Researchers Help AI Express Uncertainty to Improve Health Monitoring Tech

NC State

A team of engineering and health researchers has developed a tool that improves the ability of electronic devices to detect when a human patient is coughing, which has applications in health monitoring. The new tool relies on an advanced artificial intelligence (AI) algorithm that helps the AI better identify uncertainty when faced with unexpected data in real-world situations.

“When AI is being trained to identify the sound of coughing, this is usually done with ‘clean’ data – there is not a lot of background noise or confusing sounds,” says Edgar Lobaton, corresponding author of a paper on the work and an associate professor of electrical and computer engineering at North Carolina State University. “But the real world is full of background noise and confusing sounds. So previous cough detection technologies often struggled with ‘false positives’ – they would say that someone was coughing even if nobody was coughing.

“We’ve developed an algorithm that helps us address this problem by allowing an AI to express uncertainty. Rather than having to decide ‘Yes, that was a cough’ or ‘No, that wasn’t a cough,’ the AI can also report that it has detected a sound it’s not familiar with. In other words, the AI is given a third option: ‘I don’t know what that was.'”

Cough detection technology is of interest for several potential health monitoring applications.

“For example, there is interest in using wearable health monitoring devices that would detect coughs in people who have asthma, which could trigger a notification about increased risk of an asthma attack,” Lobaton says. “There is also interest in using cough detection for COVID monitoring, and so on.”

However, previous cough detection technologies had high rates of false positives, with the relevant AI reporting many unfamiliar sounds as coughing. These false positives significantly limited their utility.

“In the near term, our work limits the reporting of false positives by allowing the AI to note when it hears sounds that it can’t identify,” Lobaton says. “In the longer term, our algorithm should allow us to continually train the AI, by telling it whether the unfamiliar sounds it is hearing are coughs or are unrelated noises. This should allow for much more precise detection over time.”

In addition, the researchers tested the new algorithm in computational models and found that the modified cough detection AI can operate effectively using far fewer sound samples per second than previous technologies. For example, previous cough detection tools used approximately 16,000 sound samples per second, while the new AI tool makes use of 750 sound samples per second, with similar sensitivity and fewer false positives.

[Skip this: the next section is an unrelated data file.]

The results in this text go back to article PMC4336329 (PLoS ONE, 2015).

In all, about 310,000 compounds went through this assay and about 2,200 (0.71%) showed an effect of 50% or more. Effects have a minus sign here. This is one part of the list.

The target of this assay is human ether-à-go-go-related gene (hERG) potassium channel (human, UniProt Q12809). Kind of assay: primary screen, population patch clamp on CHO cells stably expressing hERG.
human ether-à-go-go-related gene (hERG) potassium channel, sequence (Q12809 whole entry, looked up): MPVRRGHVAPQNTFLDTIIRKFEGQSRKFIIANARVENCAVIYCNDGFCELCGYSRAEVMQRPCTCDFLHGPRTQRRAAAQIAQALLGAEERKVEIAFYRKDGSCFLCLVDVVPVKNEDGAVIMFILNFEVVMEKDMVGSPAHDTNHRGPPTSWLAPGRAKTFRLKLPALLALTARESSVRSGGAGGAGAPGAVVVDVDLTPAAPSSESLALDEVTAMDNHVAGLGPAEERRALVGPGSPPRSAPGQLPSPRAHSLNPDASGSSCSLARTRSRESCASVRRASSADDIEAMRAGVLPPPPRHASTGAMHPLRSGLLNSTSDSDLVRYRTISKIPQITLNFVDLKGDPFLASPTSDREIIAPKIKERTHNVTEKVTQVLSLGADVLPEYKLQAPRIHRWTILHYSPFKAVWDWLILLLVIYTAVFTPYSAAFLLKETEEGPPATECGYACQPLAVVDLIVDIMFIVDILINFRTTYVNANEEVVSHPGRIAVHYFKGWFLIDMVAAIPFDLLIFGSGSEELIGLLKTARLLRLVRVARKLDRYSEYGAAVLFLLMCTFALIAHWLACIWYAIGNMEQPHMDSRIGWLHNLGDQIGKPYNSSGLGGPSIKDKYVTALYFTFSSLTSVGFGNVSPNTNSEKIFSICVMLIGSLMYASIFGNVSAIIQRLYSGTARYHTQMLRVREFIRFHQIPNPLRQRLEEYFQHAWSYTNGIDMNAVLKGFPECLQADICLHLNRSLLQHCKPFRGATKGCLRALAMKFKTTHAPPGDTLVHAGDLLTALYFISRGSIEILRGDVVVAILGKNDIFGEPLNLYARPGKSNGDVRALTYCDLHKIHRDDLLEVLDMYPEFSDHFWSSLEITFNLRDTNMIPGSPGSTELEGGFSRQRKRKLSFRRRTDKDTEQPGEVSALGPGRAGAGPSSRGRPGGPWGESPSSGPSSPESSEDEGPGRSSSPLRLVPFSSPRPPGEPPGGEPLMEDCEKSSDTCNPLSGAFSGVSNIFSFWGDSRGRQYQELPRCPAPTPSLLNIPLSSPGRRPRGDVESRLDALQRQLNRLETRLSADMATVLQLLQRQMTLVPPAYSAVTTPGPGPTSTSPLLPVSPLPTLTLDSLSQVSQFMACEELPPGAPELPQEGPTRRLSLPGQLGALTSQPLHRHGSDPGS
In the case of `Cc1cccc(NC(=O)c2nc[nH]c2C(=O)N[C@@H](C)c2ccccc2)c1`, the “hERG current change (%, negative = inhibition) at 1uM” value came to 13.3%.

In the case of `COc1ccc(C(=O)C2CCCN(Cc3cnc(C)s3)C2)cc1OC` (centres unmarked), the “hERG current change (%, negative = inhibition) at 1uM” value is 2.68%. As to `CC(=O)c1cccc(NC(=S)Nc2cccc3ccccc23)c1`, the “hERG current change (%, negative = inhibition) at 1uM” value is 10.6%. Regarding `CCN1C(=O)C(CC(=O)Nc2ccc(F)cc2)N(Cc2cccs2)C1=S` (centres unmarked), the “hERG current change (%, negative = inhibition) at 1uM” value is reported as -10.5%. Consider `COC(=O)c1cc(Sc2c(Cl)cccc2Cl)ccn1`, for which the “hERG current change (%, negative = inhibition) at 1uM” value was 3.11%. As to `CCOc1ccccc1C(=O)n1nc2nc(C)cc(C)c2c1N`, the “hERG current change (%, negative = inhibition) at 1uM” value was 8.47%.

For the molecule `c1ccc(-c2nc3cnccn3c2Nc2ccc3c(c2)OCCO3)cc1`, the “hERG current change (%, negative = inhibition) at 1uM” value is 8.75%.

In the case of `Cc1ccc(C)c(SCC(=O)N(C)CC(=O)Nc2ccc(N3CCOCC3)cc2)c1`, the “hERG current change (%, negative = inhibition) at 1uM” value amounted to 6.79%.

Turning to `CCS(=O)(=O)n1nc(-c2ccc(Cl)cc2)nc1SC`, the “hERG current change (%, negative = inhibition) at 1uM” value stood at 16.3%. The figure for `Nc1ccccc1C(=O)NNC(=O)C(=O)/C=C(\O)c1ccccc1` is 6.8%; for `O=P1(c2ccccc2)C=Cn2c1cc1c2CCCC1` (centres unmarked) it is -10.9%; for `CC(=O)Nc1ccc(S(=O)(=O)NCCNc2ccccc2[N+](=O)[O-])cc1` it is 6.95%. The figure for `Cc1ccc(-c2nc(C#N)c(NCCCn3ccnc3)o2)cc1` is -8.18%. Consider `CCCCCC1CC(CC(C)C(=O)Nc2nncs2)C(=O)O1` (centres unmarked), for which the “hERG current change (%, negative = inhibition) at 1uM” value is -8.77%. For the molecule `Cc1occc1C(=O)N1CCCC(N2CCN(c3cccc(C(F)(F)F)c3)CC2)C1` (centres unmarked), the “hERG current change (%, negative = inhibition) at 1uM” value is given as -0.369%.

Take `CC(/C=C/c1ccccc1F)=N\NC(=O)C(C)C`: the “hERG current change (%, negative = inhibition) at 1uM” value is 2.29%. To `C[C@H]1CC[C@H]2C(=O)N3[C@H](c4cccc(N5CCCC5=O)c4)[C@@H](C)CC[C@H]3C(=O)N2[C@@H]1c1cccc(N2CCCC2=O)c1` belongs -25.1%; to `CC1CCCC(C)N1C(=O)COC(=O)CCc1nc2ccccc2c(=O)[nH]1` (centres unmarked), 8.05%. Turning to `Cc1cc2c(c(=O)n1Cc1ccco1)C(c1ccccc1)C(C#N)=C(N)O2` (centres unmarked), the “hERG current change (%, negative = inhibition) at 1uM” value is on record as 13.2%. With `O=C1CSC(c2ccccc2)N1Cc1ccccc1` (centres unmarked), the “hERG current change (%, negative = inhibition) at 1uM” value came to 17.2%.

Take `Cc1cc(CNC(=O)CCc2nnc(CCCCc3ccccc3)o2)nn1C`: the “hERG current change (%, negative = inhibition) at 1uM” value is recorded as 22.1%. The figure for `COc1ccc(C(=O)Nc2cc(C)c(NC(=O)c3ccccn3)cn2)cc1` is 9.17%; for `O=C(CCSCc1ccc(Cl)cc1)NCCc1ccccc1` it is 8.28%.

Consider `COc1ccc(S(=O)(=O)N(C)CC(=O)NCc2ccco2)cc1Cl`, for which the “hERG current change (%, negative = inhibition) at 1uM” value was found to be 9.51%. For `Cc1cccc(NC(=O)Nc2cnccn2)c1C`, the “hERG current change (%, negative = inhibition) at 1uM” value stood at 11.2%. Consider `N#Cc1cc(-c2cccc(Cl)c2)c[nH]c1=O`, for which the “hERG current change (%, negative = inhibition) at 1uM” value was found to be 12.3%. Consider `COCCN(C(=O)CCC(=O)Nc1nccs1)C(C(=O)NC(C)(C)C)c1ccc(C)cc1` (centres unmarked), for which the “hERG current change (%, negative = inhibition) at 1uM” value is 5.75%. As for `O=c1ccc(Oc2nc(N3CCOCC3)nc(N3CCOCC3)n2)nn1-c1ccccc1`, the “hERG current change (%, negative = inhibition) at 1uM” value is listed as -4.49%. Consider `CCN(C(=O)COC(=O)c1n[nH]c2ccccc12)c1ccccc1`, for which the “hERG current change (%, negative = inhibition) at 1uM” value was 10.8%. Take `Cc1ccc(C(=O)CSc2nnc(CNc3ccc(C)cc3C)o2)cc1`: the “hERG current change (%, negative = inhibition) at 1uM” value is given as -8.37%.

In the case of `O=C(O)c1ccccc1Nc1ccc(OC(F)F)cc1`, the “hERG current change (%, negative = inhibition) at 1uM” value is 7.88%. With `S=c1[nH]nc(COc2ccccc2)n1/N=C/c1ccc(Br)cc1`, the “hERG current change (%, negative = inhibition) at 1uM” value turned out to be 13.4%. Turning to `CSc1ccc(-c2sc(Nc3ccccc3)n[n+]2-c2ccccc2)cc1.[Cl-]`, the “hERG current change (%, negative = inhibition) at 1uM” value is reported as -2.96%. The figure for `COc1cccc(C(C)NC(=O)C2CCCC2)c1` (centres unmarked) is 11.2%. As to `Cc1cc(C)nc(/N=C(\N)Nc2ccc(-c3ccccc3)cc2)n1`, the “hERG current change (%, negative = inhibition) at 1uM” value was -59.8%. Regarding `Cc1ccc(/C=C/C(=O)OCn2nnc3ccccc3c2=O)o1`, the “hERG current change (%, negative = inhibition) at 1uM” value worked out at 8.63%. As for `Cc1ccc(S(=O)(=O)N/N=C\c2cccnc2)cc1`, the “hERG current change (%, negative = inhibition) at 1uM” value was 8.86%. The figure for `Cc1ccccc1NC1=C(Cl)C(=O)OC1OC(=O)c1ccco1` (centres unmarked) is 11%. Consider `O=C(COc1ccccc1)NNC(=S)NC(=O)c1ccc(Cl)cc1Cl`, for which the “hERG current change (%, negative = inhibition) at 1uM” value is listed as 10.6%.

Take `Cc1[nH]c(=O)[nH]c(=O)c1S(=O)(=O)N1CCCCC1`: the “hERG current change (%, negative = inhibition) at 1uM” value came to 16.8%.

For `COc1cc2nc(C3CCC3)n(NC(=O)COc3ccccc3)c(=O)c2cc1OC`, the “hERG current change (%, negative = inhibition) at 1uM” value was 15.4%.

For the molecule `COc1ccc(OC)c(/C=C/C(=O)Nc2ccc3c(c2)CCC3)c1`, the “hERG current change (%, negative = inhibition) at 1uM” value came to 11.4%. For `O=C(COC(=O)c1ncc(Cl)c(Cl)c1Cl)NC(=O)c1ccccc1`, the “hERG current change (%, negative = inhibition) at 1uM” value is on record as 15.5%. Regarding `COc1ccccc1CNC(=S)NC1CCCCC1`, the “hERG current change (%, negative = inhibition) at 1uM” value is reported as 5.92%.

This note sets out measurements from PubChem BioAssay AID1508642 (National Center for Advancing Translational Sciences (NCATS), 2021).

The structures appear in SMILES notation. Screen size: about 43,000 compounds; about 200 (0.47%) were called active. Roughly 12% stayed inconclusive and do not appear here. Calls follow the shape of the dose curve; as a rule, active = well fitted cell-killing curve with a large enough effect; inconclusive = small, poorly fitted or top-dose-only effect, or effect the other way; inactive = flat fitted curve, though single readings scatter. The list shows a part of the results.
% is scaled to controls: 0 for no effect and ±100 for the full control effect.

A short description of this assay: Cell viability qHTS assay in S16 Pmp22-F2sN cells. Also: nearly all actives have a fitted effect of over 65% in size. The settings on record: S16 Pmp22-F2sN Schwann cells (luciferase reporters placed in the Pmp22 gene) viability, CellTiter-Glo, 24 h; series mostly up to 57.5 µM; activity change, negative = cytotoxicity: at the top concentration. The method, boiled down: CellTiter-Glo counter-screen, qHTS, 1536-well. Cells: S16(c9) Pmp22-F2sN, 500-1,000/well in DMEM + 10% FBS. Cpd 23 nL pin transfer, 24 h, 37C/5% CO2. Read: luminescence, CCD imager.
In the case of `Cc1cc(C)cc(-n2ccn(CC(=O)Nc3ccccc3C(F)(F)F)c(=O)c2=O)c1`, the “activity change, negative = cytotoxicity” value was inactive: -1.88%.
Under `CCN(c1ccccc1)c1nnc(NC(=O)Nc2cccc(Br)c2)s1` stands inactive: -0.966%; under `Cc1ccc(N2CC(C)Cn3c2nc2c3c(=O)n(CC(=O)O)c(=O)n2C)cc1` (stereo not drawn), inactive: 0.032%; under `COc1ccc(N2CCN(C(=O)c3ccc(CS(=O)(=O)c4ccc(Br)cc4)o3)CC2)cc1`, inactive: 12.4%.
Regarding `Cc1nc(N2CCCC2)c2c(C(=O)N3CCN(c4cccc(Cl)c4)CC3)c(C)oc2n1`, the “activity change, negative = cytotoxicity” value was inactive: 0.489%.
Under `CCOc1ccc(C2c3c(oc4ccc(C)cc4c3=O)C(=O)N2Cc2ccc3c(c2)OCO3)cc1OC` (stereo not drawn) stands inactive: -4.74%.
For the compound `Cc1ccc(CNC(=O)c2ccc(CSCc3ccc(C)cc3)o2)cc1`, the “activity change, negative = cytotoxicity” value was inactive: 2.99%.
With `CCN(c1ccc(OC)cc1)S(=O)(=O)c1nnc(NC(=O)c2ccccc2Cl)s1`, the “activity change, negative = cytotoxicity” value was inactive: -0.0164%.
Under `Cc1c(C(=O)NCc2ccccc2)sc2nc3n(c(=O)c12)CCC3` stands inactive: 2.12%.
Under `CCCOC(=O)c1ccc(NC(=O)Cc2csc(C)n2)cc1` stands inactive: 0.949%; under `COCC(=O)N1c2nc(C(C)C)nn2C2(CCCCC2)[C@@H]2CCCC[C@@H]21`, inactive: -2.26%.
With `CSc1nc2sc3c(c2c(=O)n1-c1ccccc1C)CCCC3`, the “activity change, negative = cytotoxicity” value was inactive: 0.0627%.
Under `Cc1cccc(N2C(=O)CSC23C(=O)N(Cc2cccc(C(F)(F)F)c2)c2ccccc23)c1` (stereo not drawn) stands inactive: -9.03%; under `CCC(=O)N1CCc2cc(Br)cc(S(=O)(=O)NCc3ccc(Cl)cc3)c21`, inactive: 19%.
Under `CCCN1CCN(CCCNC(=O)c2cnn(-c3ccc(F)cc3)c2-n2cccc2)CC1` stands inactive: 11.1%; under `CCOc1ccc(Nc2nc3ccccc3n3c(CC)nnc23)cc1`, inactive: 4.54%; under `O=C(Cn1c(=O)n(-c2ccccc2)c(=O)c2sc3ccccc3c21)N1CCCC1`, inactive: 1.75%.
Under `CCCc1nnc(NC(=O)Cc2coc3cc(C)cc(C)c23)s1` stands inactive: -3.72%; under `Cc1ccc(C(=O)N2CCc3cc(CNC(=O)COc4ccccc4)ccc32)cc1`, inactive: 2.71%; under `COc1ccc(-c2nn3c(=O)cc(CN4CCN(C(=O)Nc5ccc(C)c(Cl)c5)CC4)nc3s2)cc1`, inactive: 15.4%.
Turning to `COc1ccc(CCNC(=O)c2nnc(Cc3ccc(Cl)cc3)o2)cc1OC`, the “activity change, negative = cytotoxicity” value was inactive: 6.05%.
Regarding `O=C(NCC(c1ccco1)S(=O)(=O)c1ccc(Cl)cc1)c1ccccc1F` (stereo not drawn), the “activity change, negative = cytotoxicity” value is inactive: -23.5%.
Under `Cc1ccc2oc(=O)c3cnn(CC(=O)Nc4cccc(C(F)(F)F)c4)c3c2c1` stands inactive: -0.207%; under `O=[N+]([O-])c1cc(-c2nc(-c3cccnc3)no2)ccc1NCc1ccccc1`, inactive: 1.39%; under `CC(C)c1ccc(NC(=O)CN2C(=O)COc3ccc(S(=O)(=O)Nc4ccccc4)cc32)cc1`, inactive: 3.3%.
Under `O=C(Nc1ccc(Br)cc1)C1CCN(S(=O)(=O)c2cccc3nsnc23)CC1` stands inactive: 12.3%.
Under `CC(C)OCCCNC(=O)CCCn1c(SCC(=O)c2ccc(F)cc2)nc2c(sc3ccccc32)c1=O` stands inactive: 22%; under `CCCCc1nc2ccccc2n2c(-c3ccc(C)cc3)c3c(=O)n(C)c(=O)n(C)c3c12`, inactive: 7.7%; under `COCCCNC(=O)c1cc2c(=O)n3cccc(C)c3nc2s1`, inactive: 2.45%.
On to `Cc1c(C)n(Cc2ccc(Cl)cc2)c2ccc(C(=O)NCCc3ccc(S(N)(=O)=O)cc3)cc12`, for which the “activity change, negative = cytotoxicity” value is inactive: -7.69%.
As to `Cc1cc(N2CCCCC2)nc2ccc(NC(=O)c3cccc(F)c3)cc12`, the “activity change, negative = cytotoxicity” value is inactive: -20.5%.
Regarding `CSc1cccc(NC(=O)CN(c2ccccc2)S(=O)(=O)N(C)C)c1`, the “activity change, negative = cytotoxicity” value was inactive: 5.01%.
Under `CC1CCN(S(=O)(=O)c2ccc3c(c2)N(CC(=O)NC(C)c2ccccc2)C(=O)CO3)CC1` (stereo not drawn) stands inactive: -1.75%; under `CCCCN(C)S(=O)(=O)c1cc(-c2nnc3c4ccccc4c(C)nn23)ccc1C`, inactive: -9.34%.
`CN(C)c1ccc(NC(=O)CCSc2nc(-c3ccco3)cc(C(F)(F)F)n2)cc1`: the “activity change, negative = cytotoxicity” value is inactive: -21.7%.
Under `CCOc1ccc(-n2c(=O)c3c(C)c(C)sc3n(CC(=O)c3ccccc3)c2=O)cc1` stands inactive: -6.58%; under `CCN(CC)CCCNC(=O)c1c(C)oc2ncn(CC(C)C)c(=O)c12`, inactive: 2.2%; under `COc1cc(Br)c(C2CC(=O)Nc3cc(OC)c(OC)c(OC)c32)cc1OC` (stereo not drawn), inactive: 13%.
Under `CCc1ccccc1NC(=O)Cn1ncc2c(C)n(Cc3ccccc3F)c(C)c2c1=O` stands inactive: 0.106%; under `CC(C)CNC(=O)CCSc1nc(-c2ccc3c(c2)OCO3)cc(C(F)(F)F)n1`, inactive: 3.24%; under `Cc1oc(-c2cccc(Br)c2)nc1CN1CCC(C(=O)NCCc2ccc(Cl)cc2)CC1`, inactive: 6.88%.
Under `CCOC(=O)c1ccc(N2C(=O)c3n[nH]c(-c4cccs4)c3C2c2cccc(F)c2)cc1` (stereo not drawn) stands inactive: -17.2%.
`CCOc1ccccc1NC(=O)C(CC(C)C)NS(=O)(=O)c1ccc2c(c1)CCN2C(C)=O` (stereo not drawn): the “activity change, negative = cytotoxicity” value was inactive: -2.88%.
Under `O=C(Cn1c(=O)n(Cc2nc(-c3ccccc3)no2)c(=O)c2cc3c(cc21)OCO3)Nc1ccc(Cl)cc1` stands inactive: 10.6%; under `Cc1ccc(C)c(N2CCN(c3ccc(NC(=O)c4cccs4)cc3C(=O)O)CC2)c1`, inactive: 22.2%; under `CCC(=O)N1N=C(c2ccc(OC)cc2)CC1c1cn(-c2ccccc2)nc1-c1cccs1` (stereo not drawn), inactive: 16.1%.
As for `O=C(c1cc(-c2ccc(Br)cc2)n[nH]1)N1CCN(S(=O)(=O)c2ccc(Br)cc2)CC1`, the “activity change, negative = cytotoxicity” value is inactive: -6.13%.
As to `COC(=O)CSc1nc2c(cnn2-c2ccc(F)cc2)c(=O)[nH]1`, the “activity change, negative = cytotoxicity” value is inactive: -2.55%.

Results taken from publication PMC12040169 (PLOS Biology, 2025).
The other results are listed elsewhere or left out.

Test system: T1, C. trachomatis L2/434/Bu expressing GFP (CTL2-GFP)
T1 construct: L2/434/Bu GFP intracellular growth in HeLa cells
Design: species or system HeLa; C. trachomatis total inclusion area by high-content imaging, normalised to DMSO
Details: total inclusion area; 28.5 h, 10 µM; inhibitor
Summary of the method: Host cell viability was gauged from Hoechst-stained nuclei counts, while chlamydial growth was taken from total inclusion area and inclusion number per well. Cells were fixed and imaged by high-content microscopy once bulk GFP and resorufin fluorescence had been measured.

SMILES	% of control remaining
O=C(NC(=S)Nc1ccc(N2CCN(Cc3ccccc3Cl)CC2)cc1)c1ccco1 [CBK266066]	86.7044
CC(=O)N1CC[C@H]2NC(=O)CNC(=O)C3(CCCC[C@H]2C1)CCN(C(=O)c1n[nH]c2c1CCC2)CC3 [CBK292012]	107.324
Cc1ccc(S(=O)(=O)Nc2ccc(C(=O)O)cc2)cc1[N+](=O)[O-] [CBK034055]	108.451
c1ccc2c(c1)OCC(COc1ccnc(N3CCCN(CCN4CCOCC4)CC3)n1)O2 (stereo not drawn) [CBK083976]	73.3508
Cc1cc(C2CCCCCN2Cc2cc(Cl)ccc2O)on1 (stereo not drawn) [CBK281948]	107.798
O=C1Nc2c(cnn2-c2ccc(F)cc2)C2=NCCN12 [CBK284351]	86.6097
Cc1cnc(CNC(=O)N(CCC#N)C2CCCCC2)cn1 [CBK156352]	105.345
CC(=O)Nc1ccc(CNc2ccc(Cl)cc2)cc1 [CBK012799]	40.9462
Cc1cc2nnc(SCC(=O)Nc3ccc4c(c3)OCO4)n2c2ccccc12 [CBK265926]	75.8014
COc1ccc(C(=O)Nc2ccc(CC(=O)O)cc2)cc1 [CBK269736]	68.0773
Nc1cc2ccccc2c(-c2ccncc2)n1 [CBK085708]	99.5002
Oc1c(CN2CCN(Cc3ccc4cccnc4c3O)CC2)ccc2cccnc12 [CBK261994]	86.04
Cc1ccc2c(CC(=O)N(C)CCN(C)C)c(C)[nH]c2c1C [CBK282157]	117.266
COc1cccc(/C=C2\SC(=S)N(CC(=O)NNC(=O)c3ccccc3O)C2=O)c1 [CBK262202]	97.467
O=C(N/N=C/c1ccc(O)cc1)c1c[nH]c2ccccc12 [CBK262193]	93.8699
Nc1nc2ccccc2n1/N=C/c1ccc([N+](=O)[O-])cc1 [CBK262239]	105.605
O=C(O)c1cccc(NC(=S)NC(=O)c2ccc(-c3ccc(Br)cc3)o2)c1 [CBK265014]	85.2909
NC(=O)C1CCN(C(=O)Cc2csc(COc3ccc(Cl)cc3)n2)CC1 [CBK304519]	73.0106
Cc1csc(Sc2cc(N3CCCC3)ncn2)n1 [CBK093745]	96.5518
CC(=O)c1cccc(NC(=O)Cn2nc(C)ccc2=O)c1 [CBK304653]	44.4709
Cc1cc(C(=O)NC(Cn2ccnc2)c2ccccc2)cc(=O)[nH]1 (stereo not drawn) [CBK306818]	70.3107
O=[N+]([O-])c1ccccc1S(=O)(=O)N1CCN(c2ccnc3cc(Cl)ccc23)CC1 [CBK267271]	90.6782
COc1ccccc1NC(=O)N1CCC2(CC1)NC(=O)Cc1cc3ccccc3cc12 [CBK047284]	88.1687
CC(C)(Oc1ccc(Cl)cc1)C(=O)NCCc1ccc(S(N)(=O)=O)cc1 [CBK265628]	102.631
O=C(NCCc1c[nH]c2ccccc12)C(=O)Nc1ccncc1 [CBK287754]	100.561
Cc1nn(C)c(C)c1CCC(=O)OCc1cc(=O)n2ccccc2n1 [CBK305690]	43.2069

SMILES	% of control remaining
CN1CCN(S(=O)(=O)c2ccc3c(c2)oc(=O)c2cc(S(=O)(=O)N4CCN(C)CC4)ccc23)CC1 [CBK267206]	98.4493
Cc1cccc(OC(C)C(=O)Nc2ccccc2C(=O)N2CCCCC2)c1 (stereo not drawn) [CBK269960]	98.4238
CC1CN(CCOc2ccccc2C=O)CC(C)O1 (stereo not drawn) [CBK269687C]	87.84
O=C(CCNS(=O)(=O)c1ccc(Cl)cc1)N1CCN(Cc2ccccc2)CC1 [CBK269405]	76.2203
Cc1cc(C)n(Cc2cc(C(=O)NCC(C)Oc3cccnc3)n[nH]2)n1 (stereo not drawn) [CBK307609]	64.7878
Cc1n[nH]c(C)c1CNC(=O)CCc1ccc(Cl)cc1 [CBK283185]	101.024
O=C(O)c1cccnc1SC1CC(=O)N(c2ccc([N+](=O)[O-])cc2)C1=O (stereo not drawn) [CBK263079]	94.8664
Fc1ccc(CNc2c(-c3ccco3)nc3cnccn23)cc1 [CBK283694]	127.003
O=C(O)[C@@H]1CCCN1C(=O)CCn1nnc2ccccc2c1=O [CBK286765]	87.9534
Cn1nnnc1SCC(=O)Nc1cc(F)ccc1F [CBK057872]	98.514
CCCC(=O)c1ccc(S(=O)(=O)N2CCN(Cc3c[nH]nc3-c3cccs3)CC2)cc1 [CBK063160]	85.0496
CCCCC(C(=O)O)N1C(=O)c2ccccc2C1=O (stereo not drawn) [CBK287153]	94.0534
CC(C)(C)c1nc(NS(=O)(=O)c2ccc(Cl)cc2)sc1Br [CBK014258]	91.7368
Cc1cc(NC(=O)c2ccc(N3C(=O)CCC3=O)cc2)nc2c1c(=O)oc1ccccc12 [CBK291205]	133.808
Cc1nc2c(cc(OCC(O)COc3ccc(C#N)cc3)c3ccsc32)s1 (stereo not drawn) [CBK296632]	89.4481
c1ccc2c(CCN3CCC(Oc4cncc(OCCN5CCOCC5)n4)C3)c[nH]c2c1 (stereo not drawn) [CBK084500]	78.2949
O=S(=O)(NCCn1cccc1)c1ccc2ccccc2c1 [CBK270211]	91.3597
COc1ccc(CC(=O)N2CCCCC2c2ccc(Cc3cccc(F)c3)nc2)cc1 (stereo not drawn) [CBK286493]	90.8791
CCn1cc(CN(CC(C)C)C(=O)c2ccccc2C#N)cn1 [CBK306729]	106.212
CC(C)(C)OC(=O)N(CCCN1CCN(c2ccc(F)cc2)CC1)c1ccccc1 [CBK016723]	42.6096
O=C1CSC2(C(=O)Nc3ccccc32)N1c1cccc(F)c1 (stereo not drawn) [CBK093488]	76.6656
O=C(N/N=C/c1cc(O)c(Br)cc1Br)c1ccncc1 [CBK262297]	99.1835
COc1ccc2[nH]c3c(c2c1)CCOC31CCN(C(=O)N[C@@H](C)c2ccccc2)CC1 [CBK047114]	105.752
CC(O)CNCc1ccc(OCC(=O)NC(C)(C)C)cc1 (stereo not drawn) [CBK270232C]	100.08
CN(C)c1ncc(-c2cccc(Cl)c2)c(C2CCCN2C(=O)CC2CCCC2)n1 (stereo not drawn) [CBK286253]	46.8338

“Using fewer sound samples is a significant advantage for two reasons,” Lobaton says. “First, it means that the electronic device requires less computing power – which allows us to make it smaller and more energy efficient. Second, using fewer sound samples means that the technology will not be recording understandable speech, which addresses privacy concerns.”

The researchers are currently in the process of incorporating the new algorithm into a wearable health monitoring device that can be used in real-world testing.

What’s more, the researchers say the approach they’ve taken here could be used to address a range of AI applications in which the AI is likely to encounter unexpected input that it was not trained to understand.

“We’re looking for research partners who can help us explore other health monitoring challenges that this AI modification could help address in a meaningful way,” Lobaton says.

The paper, “Robust Cough Detection with Out-of-Distribution Detection,” is published in the IEEE Journal of Biomedical and Health Informatics. First author of the paper is Yuhan Chen, a Ph.D. student at NC State. Co-authors of the paper are Pankaj Attri, a former graduate student at NC State; Jeffrey Barahona, a Ph.D. student at NC State; Alper Bozkurt, a professor of electrical and computer engineering at NC State; Michelle L. Hernandez, associate director of clinical research of the Children’s Research Institute at the University of North Carolina at Chapel Hill; and Delesha Carpenter, an associate professor in the Division of Pharmaceutical Outcomes and Policy at the University of North Carolina at Chapel Hill.

The work was done with support from the National Science Foundation (NSF) under grant number 1915599, and from NC State’s NSF-funded Advanced Self-Powered Systems of Integrated Sensors and Technologies (ASSIST) Center under grant 1160483. The mission of the ASSIST Center is to create self-powered wearables capable of long-term multi-modal sensing without having to replace or charge batteries.

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